Skip to comments.Microwave weapons: Wasted energy
Posted on 09/14/2012 12:27:13 AM PDT by neverdem
Despite 50 years of research on high-power microwaves, the US military has yet to produce a usable weapon.
For some Pentagon officials, the demonstration in October 2007 must have seemed like a dream come true an opportunity to blast reporters with a beam of energy that causes searing pain.
The event in Quantico, Virginia, was to be a rare public showing for the US Air Force's Active Denial System: a prototype non-lethal crowd-control weapon that emits a beam of microwaves at 95 gigahertz. Radiation at that frequency penetrates less than half a millimetre into the skin, so the beam was supposed to deliver an intense burning sensation to anyone in its path, forcing them to move away, but without, in theory, causing permanent damage.
However, the day of the test was cold and rainy. The water droplets in the air did what moisture always does: they absorbed the microwaves. And when some of the reporters volunteered to expose themselves to the attenuated beam, they found that on such a raw day, the warmth was very pleasant.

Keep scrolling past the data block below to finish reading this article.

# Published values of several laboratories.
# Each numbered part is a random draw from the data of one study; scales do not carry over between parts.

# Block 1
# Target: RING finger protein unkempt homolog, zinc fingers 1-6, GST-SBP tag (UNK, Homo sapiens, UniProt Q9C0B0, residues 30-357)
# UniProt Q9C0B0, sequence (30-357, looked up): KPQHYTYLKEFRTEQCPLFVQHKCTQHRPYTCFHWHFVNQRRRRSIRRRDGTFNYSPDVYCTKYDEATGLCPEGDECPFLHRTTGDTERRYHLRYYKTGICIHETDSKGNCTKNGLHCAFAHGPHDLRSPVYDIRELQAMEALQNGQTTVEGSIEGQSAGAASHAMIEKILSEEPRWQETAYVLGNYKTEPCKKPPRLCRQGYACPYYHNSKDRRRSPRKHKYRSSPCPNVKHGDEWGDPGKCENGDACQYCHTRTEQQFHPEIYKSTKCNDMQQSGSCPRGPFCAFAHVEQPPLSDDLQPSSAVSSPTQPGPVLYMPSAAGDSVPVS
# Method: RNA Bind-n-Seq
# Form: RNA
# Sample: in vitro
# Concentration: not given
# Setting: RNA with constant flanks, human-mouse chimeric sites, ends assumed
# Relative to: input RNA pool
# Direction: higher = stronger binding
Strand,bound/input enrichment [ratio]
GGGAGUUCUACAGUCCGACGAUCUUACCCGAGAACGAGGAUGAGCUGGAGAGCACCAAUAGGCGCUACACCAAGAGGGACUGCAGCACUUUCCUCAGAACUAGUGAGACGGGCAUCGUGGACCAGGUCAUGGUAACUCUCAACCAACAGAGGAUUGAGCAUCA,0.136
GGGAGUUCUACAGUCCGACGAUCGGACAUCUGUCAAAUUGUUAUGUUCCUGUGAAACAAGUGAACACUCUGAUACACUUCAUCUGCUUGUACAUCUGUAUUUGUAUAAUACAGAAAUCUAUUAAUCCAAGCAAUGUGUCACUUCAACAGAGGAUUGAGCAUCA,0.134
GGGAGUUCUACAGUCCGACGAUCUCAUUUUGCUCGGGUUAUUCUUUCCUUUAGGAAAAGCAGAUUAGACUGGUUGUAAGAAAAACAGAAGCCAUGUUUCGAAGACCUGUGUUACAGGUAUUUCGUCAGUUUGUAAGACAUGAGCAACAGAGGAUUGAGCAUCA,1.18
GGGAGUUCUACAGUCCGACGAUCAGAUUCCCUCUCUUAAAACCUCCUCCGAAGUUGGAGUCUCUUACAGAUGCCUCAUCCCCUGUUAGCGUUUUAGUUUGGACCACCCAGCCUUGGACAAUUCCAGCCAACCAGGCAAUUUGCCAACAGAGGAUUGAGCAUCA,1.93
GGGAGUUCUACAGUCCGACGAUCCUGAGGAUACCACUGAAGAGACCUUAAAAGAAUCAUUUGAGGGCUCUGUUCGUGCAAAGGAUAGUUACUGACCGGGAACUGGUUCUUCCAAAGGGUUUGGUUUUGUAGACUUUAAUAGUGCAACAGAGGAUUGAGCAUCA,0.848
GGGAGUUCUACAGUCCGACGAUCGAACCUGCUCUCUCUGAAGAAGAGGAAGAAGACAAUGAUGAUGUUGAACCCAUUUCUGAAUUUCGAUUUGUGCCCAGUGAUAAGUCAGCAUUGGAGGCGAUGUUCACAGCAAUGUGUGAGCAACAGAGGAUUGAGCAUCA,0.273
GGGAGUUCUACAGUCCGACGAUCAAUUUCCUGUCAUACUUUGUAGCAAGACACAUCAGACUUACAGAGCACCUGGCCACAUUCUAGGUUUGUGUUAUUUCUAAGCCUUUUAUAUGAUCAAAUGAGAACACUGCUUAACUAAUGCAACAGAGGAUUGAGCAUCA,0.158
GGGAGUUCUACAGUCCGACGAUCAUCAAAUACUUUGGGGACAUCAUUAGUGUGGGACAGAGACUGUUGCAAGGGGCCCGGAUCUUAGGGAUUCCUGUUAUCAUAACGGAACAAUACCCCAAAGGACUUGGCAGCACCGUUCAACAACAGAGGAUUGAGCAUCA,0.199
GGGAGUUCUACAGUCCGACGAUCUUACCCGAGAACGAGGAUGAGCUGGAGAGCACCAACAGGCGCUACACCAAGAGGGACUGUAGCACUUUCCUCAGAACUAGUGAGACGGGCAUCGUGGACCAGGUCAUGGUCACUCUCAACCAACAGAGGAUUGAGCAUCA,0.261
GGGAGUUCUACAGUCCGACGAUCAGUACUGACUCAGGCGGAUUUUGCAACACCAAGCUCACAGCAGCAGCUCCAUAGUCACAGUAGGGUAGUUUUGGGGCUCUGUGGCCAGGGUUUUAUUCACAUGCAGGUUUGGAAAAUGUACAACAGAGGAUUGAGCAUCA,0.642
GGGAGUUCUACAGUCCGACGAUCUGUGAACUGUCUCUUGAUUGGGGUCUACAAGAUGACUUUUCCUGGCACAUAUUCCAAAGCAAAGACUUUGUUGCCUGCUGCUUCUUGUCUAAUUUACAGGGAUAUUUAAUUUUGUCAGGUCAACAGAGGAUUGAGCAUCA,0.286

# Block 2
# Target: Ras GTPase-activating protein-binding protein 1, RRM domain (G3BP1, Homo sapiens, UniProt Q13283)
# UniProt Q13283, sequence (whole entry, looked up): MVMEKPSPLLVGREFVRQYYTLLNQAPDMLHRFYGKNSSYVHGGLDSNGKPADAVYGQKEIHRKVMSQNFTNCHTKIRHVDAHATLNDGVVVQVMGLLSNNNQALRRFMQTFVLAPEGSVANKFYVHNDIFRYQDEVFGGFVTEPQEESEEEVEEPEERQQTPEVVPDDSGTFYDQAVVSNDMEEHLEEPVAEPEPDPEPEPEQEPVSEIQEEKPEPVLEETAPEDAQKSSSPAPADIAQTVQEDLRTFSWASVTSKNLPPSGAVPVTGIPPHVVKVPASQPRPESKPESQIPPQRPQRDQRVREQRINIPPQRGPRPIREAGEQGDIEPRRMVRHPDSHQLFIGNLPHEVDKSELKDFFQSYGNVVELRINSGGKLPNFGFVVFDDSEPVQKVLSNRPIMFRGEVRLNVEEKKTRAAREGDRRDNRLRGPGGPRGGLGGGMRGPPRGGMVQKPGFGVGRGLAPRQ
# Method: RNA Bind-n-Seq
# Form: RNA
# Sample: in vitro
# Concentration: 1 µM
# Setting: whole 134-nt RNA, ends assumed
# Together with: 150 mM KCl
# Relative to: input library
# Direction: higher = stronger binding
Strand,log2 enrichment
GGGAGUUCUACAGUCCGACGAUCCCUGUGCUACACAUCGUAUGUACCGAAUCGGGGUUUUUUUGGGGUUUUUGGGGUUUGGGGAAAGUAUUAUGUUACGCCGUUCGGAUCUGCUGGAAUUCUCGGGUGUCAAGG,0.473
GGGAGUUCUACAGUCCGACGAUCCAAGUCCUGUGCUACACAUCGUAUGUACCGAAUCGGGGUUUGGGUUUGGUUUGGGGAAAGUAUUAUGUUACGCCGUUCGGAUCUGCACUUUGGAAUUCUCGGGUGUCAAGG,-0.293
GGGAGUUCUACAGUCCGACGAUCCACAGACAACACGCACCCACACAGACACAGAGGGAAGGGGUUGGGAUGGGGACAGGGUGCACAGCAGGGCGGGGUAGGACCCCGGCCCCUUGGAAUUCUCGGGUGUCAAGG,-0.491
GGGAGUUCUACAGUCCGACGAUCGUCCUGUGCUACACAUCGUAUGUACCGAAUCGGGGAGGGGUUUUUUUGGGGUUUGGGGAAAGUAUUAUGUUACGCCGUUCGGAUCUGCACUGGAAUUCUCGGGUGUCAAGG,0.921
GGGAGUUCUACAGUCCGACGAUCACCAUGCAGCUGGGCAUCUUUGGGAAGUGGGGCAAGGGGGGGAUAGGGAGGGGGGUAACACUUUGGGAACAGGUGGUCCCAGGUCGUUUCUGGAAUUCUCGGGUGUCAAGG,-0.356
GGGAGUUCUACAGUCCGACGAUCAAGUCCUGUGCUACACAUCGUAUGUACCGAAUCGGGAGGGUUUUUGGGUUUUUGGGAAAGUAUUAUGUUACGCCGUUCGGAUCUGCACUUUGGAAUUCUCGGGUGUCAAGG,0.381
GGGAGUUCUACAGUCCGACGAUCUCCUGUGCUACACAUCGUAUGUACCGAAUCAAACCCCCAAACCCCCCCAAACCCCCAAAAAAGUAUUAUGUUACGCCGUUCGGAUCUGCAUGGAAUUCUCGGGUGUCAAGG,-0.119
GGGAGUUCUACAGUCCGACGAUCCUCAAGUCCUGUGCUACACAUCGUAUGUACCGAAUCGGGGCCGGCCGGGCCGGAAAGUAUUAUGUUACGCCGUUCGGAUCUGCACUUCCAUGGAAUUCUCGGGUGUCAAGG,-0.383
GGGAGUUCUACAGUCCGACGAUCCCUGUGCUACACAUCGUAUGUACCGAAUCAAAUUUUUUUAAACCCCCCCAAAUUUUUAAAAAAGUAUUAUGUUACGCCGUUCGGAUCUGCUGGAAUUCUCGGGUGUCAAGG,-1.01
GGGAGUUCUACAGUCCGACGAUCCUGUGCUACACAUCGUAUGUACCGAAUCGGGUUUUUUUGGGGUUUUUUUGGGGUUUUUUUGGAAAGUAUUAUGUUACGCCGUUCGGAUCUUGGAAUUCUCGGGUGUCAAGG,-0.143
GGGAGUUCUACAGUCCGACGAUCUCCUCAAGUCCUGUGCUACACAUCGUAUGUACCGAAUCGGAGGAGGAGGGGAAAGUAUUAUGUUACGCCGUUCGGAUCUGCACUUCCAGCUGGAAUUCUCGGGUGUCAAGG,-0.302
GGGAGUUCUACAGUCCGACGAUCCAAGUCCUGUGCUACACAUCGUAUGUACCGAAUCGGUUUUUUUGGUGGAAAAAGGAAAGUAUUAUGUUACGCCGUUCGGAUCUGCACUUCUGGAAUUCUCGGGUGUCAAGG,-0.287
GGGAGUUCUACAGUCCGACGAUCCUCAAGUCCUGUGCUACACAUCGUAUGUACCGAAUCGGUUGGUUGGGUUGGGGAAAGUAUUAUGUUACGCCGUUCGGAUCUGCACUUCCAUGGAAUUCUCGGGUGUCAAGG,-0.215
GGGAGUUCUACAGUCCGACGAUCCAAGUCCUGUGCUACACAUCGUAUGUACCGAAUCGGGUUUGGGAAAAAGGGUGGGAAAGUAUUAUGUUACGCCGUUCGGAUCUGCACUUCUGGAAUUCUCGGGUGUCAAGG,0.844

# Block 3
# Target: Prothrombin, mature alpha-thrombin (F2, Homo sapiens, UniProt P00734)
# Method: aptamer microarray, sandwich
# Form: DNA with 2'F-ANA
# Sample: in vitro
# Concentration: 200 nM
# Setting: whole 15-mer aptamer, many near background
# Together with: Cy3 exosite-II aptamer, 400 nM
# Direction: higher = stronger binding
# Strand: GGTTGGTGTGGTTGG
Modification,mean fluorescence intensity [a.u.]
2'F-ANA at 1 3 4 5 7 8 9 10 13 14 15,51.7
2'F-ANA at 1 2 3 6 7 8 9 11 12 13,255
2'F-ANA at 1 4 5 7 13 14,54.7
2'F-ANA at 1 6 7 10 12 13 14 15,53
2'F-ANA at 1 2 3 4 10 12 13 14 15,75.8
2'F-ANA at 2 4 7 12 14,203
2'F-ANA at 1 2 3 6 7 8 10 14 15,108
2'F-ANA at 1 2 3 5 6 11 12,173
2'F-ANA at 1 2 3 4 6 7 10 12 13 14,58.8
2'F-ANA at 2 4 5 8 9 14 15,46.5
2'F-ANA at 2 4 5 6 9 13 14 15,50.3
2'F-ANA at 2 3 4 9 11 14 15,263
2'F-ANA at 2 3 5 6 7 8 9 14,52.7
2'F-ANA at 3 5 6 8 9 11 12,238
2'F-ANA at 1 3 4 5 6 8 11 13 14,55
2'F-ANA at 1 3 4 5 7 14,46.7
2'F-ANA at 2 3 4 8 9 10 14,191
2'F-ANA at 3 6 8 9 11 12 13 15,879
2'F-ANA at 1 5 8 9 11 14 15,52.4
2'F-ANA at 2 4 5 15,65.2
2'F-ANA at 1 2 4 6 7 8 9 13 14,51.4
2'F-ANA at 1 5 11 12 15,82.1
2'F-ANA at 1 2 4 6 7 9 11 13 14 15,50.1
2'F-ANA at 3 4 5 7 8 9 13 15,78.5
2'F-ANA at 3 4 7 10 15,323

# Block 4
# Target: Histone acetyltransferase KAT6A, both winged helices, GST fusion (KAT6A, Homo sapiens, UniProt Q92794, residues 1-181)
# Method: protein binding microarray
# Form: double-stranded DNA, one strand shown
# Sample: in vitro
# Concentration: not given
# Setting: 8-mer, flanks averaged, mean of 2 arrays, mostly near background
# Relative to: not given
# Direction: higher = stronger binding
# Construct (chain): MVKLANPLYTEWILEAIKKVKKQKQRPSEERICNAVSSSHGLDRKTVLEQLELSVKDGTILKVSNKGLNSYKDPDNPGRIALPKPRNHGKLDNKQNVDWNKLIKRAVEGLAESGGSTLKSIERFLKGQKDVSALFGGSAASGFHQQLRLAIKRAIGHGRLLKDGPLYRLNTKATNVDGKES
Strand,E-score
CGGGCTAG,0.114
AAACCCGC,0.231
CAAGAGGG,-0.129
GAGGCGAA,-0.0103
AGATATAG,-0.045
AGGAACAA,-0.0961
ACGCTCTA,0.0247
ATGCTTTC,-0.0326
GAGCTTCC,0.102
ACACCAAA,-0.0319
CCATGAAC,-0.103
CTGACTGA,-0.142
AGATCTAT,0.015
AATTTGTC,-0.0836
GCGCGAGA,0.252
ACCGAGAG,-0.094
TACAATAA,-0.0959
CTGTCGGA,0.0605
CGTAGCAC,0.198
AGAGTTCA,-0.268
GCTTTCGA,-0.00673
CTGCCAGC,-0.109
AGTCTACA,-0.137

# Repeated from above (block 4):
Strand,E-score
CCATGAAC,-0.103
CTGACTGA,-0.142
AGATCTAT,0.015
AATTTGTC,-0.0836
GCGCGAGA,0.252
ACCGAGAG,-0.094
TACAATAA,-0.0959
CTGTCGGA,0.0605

A demonstration of the system on a sunny day this March proved more successful. But that hasn't changed a fundamental reality for the Pentagon's only acknowledged, fully developed high-power microwave (HPM) weapon: no one seems to want it. Although the Active Denial System works (mostly) as advertised, its massive size, energy consumption and technical complexity make it effectively unusable on the battlefield.
The story is much the same in other areas of HPM weapons development, which began as an EastWest technology race nearly 50 years ago. In the United States, where spending on electromagnetic weapons is down from cold-war levels, but remains at some US$47 million per year, progress is elusive. There's lots of smoke and mirrors, says Peter Zimmerman, an emeritus nuclear...
(Excerpt) Read more at nature.com ...
“Although the Active Denial System works (mostly) as advertised, its massive size, energy consumption and technical complexity make it effectively unusable on the battlefield.”
Let me fix that for them.
“Although the Active Denial System works (mostly) as advertised, its massive size makes it effectively a giant priority target for anyone with a firearm on the battlefield.”
That was a very interesting article. Long, but worth it.
Just enough to fry your eyes. Even 0.001" of opaque material will do it.
Bullets are cheaper and proven.
Gentlefolk - please consider who wrote the article before you judge it’s content as sacrosanct.
Some noteworthy articles about politics, foreign or military affairs, IMHO, FReepmail me if you want on or off my list.
Thanks for the ping!